I’m back from my trip to New York City. It was really nice to see everyone, and those of you I missed, I’m sure I’ll catch you on the next trip, which I’ll take more time to plan. 🙂 I also made it to The Strand for the first time, and wow! I think I want to live there. Just set up my little leather chair and ottoman and read to my heart’s content. I took some pictures with my cell phone, but I need to find my microdisc adapter before I can post them. It’s just a 2 megapixel little cell phone, not my regular nice camera, so the clarity isn’t so hot, but it was fun to memorialize a little of my trip.
There are some things in the works which I’m not ready to talk about on the blog yet, but hopefully I’ll be able to post about them soon when I get all the information together.
In the meantime, I was thinking about all the reading that I’ve done recently, and it occurred to me that this is the perfect place to talk to bookish people about all those good books.
So: what have I read lately?
Alcatraz vs. the Scrivener’s Bones by Brandon Sanderson. Disclaimer: Brandon is a friend of mine from college. But who cares? Whether I know him or not, the book is funny–even funnier than the first book, Alcatraz vs. the Evil Librarians (well, disclaimer on that too: I read book 1 in draft form, so I bet book 1 in print is even funnier).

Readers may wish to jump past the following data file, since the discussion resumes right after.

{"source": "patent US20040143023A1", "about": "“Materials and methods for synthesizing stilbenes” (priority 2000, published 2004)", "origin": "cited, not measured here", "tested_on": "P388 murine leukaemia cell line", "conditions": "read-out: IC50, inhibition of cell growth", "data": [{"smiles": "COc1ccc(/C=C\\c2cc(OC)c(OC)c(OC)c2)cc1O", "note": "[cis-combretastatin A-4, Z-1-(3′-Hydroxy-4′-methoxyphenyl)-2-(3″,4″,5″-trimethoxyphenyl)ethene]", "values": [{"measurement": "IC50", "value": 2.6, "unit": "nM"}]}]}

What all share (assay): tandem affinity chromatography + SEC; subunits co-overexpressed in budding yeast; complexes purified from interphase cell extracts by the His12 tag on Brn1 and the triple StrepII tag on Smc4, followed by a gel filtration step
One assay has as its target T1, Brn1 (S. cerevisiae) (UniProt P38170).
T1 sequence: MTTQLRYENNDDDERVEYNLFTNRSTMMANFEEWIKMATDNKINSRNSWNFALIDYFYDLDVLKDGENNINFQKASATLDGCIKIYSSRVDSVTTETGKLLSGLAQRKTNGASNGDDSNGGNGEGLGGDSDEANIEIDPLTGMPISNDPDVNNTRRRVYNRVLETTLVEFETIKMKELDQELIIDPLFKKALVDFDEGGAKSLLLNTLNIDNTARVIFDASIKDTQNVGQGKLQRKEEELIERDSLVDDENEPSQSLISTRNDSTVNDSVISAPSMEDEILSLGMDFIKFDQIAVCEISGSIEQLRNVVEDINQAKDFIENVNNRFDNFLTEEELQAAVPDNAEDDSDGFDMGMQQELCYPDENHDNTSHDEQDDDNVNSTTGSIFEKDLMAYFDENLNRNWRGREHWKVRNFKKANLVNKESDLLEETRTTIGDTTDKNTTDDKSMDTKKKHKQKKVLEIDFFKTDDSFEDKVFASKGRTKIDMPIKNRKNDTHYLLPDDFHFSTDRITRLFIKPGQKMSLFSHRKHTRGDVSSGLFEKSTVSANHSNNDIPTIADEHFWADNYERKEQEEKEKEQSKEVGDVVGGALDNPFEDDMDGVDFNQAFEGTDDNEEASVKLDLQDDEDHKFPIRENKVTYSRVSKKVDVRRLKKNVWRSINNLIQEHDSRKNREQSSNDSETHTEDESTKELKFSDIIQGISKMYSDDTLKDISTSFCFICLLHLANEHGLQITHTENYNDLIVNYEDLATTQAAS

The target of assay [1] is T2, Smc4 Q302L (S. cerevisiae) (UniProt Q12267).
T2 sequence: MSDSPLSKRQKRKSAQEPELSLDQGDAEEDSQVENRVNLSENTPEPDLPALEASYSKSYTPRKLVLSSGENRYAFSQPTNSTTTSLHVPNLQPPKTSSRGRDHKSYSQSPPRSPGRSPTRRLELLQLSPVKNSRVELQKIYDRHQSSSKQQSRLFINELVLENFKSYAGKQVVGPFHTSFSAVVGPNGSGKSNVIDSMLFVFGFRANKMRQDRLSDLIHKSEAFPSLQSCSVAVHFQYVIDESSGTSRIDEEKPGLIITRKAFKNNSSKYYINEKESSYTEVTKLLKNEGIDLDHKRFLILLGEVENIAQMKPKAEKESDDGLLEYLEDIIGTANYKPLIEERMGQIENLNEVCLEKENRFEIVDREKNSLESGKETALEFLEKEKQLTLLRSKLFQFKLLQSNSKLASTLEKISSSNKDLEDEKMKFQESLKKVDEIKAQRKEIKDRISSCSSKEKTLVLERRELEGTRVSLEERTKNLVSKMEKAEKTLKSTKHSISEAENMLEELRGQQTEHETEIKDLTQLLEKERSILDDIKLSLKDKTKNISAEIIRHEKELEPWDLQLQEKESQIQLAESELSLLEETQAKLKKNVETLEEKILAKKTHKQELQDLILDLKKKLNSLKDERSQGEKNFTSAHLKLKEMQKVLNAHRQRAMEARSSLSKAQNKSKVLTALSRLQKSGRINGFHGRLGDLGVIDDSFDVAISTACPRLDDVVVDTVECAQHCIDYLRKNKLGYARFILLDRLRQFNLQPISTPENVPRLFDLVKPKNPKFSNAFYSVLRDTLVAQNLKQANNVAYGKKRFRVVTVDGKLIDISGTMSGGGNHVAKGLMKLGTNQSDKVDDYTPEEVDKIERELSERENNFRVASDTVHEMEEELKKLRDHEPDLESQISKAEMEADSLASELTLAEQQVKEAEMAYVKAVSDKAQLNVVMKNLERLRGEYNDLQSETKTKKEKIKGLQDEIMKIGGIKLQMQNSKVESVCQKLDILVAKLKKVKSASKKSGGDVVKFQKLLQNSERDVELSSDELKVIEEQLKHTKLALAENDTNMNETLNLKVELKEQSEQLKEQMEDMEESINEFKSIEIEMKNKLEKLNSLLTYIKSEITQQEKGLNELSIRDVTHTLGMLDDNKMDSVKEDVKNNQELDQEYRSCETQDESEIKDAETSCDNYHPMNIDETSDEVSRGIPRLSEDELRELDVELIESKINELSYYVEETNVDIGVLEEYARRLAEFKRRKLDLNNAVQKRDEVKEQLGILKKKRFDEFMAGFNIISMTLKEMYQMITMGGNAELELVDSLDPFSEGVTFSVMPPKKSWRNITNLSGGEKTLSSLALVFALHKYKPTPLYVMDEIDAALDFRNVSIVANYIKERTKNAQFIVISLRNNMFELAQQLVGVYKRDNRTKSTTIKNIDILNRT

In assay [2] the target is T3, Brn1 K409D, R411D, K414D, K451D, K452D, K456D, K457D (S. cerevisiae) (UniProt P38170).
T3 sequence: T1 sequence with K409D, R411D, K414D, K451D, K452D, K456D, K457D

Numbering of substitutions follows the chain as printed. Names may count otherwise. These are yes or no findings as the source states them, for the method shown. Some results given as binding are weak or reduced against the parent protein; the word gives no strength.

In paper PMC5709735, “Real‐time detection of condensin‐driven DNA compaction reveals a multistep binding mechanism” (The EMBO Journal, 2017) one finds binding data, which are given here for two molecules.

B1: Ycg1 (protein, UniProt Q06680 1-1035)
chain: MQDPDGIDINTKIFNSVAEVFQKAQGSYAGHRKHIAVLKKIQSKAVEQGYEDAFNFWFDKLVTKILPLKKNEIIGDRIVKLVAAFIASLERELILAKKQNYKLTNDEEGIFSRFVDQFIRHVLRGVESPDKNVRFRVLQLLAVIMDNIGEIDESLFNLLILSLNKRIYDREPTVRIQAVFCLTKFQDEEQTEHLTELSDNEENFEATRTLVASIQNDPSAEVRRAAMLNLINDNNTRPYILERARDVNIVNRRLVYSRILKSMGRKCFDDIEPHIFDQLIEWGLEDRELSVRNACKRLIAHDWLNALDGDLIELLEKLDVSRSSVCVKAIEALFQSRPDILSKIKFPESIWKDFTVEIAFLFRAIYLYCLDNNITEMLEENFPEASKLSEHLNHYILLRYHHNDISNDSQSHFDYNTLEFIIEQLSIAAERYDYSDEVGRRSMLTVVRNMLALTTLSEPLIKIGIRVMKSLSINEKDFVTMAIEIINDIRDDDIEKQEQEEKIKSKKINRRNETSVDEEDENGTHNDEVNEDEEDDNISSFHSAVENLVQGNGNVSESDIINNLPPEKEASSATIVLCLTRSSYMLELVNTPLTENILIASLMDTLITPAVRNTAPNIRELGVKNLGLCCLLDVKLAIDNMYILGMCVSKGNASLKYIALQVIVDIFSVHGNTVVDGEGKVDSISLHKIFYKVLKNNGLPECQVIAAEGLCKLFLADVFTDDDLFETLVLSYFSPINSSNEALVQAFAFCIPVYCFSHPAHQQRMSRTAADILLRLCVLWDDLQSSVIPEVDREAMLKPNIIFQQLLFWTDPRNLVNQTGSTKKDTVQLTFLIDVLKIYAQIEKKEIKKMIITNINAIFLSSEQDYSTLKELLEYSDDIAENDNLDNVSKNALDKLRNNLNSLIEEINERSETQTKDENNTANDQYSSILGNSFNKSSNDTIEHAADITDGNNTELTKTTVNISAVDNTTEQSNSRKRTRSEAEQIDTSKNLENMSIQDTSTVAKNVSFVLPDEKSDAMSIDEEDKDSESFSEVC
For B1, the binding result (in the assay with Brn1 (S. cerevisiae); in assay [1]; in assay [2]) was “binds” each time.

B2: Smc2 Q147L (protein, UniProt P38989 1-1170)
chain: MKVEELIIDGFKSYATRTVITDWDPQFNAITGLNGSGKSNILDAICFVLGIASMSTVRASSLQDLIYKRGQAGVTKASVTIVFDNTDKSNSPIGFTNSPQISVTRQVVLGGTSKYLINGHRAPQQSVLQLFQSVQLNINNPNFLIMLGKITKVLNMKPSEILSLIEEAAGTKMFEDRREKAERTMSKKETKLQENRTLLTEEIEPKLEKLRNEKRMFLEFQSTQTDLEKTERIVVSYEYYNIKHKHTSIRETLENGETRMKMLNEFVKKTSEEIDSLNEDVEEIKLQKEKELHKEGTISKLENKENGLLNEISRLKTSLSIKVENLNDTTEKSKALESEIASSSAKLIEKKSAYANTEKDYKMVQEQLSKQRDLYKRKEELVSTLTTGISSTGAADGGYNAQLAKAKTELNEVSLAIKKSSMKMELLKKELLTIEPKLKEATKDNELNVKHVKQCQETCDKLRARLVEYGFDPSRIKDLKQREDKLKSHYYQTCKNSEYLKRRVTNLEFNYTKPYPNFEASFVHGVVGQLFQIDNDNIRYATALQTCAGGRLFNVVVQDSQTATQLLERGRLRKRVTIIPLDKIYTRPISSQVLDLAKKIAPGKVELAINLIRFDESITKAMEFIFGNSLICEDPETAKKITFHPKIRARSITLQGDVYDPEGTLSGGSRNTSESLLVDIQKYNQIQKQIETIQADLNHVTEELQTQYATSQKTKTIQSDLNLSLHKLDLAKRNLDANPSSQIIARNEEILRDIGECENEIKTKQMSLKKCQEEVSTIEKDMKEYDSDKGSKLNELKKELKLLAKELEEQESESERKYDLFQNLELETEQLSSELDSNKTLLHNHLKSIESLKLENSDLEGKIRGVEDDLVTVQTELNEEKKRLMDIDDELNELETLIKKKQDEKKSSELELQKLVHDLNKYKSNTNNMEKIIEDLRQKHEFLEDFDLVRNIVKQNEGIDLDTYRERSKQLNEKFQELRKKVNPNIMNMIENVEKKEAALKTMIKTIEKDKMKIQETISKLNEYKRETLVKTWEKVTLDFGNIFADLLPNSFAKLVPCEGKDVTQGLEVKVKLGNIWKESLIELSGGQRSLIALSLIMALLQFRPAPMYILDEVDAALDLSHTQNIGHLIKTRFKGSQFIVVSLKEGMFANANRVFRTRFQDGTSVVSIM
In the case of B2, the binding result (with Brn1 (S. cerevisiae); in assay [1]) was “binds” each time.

I got started on Bad Kitty by Michelle Jaffe (the YA novel, not the picture book) before the flood happened, and I haven’t had a chance to finish it yet. So that goes back in the TBR list (i.e., books I want to read but don’t have physical copies for for the TBR pile). As far as I read, I was enjoying the snarky teen girl voice.
The Luxe by Anna Godberson. I had expectations going into the paperback version–because I think I had read spoiler at some point–that were conf
irmed by the end, but despite my expectations being confirmed I loved the way this story was told. One thing I did not expect was five different viewpoints, but it was really amazing how it all fit together so well, despite the different characters’ vastly different agendas. We in publishing can often make generalizations about the number of viewpoints a book should have; this book is a great example of the exception to he rule. If you’re thinking about doing more than one viewpoint in a book you’re currently working on, The Luxe is one to look at as a craft example. I’ve been told that its sequel, Rumors, is even better, so that goes in the TBR list.
Lamplighter by D.M. Cornish. The sequel to Monster Blood Tattoo (or Foundling, as it’s now called, and now the series name is Monster Blood Tattoo), which I heard on audio. Highly recommend that listening experience–I loved the narrator. I’m not very far into Lamplighter yet so I can’t really comment on it–yet!